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Wound management and nutrition

  • Good nutrition reduces the risk of pressure ulcer development, optimises wound healing, aids immune function and reduces the risk of wound infection. Adequate energy and protein sources are essential to facilitate wound healing.  Malnutrition and clinically proven deficiencies are associated with delayed wound healing and increased risk of complications.
  • All patients at risk of pressure ulcers or with chronic wounds should be screened to detect those at nutritional risk using a validated screening tool (e.g. MUST). Screening tools may not identify malnutrition in overweight/obese patients with wounds therefore clinical judgement should be used.
  • Vitamin and mineral supplements should be considered when deficiencies are confirmed or suspected. Vitamin C, Zinc and Iron are all involved in the synthesis of collagen, an essential component of connective tissue which plays a crucial role in wound healing. A once-a-day multivitamin and mineral preparation should meet these requirements. If prescribing single agent vitamins please ensure an expensive unlicensed ‘special’ is not inadvertently prescribed.
  • If a nutritionally complete sip feed is necessary, and is being prescribed and taken in a therapeutic dose i.e. twice daily, it is unlikely that a multivitamin/ mineral preparation will be required in addition.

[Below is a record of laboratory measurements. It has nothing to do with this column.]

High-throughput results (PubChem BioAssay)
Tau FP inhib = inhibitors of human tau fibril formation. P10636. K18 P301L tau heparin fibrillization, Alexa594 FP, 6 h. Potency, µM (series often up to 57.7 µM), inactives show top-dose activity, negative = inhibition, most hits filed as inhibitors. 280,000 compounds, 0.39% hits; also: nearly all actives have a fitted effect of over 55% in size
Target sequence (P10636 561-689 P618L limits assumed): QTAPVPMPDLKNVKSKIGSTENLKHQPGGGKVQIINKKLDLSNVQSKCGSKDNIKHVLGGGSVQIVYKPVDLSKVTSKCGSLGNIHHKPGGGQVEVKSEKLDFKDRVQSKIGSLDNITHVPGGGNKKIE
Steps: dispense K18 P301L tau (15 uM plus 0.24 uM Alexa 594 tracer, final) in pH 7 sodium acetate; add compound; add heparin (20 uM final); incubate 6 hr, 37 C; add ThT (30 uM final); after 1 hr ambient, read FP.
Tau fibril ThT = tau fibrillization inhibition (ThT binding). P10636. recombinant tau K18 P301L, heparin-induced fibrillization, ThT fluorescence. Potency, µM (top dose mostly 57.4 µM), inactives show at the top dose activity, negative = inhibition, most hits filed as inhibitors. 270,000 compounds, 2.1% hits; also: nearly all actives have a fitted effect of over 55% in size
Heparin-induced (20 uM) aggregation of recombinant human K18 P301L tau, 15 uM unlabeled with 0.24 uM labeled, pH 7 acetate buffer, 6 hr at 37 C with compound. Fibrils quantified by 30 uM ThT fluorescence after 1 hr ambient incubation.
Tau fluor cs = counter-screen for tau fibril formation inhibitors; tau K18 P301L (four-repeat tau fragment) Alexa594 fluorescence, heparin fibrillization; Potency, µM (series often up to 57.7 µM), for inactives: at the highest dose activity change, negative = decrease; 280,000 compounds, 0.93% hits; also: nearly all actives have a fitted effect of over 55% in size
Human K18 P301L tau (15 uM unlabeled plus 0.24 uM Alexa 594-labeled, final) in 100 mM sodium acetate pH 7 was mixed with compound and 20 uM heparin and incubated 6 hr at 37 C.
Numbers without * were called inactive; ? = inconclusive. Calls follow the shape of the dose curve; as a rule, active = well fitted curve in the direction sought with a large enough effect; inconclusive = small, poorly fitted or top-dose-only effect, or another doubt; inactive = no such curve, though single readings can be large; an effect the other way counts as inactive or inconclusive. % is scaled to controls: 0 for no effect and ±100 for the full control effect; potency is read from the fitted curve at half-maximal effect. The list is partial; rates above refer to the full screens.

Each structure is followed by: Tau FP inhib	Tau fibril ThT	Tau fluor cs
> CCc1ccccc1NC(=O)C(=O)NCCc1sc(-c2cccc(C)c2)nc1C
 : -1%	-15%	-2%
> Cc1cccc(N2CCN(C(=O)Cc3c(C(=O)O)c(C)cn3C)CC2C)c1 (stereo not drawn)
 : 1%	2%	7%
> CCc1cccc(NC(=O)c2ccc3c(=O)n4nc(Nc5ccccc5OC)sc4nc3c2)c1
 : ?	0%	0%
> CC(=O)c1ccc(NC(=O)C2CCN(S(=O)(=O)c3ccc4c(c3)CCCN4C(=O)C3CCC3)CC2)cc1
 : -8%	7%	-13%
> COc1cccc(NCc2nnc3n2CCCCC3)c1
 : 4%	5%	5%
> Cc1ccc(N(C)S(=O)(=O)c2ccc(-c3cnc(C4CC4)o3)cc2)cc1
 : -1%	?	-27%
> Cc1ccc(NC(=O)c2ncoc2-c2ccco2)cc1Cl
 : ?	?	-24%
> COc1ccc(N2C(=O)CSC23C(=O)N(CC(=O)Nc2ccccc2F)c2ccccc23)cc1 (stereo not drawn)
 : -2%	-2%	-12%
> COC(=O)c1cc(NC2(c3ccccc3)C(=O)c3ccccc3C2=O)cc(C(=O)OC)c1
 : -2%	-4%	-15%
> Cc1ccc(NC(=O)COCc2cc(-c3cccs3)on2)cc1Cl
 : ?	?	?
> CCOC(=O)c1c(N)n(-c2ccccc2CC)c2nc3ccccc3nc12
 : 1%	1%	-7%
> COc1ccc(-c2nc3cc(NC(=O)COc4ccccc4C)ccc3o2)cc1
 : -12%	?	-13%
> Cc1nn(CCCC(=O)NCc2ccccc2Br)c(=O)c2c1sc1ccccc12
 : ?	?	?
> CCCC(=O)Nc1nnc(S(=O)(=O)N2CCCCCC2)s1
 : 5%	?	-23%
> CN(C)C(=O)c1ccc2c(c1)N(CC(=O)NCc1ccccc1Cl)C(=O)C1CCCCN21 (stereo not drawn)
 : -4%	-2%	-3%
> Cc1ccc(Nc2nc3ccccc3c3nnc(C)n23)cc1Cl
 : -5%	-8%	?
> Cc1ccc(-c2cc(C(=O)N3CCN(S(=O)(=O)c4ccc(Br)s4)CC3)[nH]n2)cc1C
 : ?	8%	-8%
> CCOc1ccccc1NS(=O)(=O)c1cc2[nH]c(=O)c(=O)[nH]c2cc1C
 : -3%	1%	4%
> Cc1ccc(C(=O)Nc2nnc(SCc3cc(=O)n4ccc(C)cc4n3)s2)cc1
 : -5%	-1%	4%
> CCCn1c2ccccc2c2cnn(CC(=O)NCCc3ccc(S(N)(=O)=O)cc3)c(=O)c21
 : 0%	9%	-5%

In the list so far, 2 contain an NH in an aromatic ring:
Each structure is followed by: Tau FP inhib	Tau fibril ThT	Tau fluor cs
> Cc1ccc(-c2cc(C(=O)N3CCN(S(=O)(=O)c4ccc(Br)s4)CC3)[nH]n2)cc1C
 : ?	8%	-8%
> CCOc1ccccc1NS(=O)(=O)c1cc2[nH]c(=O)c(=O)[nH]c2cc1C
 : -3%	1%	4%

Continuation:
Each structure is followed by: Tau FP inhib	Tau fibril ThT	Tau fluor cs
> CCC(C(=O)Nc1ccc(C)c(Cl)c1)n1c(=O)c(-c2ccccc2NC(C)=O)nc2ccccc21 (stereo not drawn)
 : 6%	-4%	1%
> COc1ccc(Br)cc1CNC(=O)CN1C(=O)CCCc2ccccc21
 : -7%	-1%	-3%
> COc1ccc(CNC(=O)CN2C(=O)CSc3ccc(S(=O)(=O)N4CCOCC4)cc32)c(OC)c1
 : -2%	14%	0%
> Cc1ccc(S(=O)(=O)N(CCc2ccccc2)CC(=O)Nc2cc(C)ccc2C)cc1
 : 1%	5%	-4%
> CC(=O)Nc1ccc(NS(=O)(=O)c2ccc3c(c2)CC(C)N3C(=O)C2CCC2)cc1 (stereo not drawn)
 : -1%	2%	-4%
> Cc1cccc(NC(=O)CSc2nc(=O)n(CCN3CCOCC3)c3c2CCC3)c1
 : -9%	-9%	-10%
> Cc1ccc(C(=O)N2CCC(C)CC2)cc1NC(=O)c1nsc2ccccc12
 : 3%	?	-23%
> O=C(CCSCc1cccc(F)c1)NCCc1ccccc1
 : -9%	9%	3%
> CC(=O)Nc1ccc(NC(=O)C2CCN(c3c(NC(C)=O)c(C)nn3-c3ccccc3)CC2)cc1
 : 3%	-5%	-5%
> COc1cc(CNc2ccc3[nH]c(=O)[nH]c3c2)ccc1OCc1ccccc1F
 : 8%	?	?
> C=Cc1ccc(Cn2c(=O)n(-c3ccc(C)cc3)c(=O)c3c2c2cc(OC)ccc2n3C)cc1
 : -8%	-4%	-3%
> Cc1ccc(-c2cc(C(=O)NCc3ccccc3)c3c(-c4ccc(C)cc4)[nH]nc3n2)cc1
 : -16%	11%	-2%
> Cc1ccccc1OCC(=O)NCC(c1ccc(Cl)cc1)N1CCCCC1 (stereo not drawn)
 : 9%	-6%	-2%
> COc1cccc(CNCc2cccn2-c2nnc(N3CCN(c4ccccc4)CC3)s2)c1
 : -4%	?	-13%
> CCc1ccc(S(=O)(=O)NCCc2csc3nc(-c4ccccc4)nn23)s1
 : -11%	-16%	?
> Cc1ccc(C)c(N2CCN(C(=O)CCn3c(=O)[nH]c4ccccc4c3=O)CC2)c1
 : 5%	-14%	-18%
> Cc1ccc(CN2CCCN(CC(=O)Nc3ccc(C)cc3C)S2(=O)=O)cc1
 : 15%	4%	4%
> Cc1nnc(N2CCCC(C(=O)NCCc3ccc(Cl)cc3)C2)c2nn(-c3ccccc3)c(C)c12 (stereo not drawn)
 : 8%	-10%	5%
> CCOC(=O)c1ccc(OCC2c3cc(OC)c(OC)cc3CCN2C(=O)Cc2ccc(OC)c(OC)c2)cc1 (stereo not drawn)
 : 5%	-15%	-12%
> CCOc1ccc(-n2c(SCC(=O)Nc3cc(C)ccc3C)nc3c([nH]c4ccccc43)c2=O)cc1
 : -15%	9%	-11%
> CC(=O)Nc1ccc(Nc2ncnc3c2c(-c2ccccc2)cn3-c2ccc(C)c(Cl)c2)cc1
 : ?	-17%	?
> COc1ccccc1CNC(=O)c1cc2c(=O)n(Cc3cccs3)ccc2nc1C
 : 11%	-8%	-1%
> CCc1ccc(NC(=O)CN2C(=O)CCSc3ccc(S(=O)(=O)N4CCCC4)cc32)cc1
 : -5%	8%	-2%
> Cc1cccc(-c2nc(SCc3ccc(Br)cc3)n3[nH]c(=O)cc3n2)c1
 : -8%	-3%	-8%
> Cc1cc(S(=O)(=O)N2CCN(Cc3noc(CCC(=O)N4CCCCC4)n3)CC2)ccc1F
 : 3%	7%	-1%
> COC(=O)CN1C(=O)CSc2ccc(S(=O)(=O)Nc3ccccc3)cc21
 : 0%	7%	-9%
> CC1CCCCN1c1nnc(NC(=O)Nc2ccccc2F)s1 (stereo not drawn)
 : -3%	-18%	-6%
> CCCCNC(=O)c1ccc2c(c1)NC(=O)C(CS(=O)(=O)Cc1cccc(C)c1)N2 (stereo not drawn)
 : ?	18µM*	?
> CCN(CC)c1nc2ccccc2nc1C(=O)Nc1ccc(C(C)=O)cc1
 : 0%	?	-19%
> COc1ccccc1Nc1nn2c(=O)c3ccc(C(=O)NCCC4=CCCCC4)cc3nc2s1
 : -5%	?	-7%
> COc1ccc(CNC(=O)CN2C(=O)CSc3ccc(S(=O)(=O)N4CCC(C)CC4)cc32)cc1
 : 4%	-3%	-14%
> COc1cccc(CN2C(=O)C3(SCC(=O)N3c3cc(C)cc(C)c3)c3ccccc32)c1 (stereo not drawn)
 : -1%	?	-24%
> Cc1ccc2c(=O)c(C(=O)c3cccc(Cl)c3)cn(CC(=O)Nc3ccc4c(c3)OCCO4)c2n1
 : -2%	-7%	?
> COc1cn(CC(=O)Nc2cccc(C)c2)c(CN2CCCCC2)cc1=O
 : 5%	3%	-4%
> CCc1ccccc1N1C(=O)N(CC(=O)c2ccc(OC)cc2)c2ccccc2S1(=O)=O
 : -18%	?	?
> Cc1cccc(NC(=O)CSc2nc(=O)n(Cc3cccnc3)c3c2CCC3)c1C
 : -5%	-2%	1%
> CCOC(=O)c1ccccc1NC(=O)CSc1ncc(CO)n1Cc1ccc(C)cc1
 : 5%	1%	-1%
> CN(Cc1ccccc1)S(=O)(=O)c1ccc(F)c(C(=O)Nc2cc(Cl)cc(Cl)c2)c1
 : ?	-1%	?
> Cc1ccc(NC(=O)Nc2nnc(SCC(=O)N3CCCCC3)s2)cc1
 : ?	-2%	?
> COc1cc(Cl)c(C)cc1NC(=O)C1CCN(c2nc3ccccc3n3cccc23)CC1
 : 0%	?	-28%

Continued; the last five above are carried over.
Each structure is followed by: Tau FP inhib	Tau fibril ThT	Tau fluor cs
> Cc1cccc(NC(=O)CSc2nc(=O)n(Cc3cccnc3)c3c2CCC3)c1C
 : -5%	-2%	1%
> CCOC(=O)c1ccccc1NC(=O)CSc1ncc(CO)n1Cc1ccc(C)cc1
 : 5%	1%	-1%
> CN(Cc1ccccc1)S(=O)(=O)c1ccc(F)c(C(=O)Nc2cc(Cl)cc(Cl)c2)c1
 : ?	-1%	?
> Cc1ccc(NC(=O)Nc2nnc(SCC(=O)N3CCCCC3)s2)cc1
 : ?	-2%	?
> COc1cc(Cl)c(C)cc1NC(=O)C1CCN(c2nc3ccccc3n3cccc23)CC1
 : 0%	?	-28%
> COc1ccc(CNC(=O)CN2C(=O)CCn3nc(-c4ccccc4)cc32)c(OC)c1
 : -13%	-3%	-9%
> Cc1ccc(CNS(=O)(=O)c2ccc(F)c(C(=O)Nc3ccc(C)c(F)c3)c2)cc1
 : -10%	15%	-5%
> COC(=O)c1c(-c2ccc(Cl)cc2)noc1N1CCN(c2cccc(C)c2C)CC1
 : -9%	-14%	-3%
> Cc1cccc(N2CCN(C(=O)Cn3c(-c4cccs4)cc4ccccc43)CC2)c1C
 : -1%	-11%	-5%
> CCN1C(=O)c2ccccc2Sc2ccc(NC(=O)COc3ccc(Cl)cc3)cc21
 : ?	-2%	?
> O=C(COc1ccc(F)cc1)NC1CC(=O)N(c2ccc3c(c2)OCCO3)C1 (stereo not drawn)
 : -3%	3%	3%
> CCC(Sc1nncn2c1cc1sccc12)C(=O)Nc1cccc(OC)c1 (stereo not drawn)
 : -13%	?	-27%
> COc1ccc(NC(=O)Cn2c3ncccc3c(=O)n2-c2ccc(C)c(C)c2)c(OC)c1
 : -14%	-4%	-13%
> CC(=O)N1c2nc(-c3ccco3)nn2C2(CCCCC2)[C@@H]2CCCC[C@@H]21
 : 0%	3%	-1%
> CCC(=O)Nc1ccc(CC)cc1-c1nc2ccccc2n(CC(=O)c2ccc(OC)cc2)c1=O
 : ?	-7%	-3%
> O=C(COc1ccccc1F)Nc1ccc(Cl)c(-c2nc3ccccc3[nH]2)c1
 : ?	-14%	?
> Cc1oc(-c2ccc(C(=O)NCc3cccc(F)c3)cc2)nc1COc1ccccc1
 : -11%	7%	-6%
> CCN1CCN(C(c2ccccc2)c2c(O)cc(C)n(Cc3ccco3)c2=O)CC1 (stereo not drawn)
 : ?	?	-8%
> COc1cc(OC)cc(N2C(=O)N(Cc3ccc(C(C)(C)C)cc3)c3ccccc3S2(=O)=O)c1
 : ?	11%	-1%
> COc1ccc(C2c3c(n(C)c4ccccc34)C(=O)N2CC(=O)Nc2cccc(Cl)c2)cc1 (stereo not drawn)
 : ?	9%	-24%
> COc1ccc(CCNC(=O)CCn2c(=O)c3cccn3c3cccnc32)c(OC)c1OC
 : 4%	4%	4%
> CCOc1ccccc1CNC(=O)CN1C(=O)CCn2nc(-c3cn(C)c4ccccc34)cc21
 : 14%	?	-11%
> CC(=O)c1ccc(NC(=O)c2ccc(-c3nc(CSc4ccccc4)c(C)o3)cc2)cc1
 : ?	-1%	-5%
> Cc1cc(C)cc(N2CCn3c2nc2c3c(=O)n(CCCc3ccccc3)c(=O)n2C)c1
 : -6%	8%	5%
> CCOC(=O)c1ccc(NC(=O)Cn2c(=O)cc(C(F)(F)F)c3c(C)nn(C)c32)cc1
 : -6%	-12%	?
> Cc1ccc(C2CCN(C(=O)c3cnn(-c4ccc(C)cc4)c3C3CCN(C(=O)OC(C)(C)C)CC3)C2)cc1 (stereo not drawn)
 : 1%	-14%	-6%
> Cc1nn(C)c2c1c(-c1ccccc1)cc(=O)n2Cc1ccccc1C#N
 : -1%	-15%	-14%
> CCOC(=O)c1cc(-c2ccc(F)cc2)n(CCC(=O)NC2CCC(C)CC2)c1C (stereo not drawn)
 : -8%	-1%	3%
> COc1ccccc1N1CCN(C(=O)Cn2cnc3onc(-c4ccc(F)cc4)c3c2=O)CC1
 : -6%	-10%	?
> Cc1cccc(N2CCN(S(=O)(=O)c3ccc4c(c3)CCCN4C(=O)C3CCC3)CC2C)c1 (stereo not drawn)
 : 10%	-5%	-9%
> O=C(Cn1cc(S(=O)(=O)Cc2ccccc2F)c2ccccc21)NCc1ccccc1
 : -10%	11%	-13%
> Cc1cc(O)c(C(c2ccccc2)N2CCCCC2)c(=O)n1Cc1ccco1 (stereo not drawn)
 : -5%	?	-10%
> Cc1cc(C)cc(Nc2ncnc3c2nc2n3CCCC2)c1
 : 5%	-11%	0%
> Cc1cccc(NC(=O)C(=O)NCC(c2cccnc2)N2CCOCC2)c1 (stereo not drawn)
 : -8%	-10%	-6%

• See below for further guidance on supplementation
General guidance on supplementation:

Vitamin C: supplementation should provide the RNI 75mg/day in adults, (additional 35mg/day may be considered for smokers). Note: tissue saturation occurs at 200mg/day.

Iron: supplementation should provide the RNI 8.7mg/day in men (and women over 50 years of age); 14.8mg/day in women (under 50 years of age).  Regular monitoring of iron profile should be undertaken and supplementation discontinued when stores are returned to normal levels. Note: excess iron intake can cause a metallic taste, affecting appetite.

Zinc: supplementation should provide the RNI 9.5mg/day in men; 7mg/day in women.  Note: doses >40mg/day can cause toxicity. Excess zinc reduces the absorption of other vitamins and minerals, which can reduce the immune response.